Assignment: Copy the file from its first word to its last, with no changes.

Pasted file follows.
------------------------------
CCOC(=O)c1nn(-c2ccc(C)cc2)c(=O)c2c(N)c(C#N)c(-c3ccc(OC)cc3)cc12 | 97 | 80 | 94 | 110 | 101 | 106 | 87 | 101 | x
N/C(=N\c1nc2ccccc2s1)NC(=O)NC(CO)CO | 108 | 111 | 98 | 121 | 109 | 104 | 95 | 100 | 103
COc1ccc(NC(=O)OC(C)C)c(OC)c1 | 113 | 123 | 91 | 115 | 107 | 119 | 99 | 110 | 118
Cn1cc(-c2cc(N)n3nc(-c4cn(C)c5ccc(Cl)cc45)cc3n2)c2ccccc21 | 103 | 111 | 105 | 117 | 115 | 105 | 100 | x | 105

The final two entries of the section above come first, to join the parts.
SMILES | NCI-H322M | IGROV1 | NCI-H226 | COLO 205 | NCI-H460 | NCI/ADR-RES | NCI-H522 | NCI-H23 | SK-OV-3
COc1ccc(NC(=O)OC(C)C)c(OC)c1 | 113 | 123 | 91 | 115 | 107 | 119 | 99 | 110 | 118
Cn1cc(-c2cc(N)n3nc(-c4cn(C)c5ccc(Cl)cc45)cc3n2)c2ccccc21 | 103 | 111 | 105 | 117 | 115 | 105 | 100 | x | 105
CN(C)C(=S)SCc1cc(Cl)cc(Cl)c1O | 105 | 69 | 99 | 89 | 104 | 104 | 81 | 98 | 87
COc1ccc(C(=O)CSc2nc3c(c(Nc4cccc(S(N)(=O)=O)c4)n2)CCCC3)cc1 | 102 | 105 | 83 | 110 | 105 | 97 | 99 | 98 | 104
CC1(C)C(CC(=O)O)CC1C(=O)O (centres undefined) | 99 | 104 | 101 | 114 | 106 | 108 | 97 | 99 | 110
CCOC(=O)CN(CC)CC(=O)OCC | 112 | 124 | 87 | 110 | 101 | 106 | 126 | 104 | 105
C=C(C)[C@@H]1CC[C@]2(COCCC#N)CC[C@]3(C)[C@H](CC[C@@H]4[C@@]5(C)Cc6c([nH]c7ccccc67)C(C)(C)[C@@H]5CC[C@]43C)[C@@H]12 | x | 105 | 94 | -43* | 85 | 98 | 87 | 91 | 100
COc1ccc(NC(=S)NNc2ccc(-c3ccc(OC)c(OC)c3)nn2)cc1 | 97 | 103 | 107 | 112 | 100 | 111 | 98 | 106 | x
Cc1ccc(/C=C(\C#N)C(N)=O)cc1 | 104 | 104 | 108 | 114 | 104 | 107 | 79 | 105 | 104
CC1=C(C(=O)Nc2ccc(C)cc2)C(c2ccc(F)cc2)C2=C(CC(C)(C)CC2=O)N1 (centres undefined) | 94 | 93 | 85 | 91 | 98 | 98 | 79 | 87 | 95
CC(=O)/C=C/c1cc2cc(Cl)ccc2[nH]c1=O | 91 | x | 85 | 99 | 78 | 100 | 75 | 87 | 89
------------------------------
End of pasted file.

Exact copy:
CCOC(=O)c1nn(-c2ccc(C)cc2)c(=O)c2c(N)c(C#N)c(-c3ccc(OC)cc3)cc12 | 97 | 80 | 94 | 110 | 101 | 106 | 87 | 101 | x
N/C(=N\c1nc2ccccc2s1)NC(=O)NC(CO)CO | 108 | 111 | 98 | 121 | 109 | 104 | 95 | 100 | 103
COc1ccc(NC(=O)OC(C)C)c(OC)c1 | 113 | 123 | 91 | 115 | 107 | 119 | 99 | 110 | 118
Cn1cc(-c2cc(N)n3nc(-c4cn(C)c5ccc(Cl)cc45)cc3n2)c2ccccc21 | 103 | 111 | 105 | 117 | 115 | 105 | 100 | x | 105

The final two entries of the section above come first, to join the parts.
SMILES | NCI-H322M | IGROV1 | NCI-H226 | COLO 205 | NCI-H460 | NCI/ADR-RES | NCI-H522 | NCI-H23 | SK-OV-3
COc1ccc(NC(=O)OC(C)C)c(OC)c1 | 113 | 123 | 91 | 115 | 107 | 119 | 99 | 110 | 118
Cn1cc(-c2cc(N)n3nc(-c4cn(C)c5ccc(Cl)cc45)cc3n2)c2ccccc21 | 103 | 111 | 105 | 117 | 115 | 105 | 100 | x | 105
CN(C)C(=S)SCc1cc(Cl)cc(Cl)c1O | 105 | 69 | 99 | 89 | 104 | 104 | 81 | 98 | 87
COc1ccc(C(=O)CSc2nc3c(c(Nc4cccc(S(N)(=O)=O)c4)n2)CCCC3)cc1 | 102 | 105 | 83 | 110 | 105 | 97 | 99 | 98 | 104
CC1(C)C(CC(=O)O)CC1C(=O)O (centres undefined) | 99 | 104 | 101 | 114 | 106 | 108 | 97 | 99 | 110
CCOC(=O)CN(CC)CC(=O)OCC | 112 | 124 | 87 | 110 | 101 | 106 | 126 | 104 | 105
C=C(C)[C@@H]1CC[C@]2(COCCC#N)CC[C@]3(C)[C@H](CC[C@@H]4[C@@]5(C)Cc6c([nH]c7ccccc67)C(C)(C)[C@@H]5CC[C@]43C)[C@@H]12 | x | 105 | 94 | -43* | 85 | 98 | 87 | 91 | 100
COc1ccc(NC(=S)NNc2ccc(-c3ccc(OC)c(OC)c3)nn2)cc1 | 97 | 103 | 107 | 112 | 100 | 111 | 98 | 106 | x
Cc1ccc(/C=C(\C#N)C(N)=O)cc1 | 104 | 104 | 108 | 114 | 104 | 107 | 79 | 105 | 104
CC1=C(C(=O)Nc2ccc(C)cc2)C(c2ccc(F)cc2)C2=C(CC(C)(C)CC2=O)N1 (centres undefined) | 94 | 93 | 85 | 91 | 98 | 98 | 79 | 87 | 95
CC(=O)/C=C/c1cc2cc(Cl)ccc2[nH]c1=O | 91 | x | 85 | 99 | 78 | 100 | 75 | 87 | 89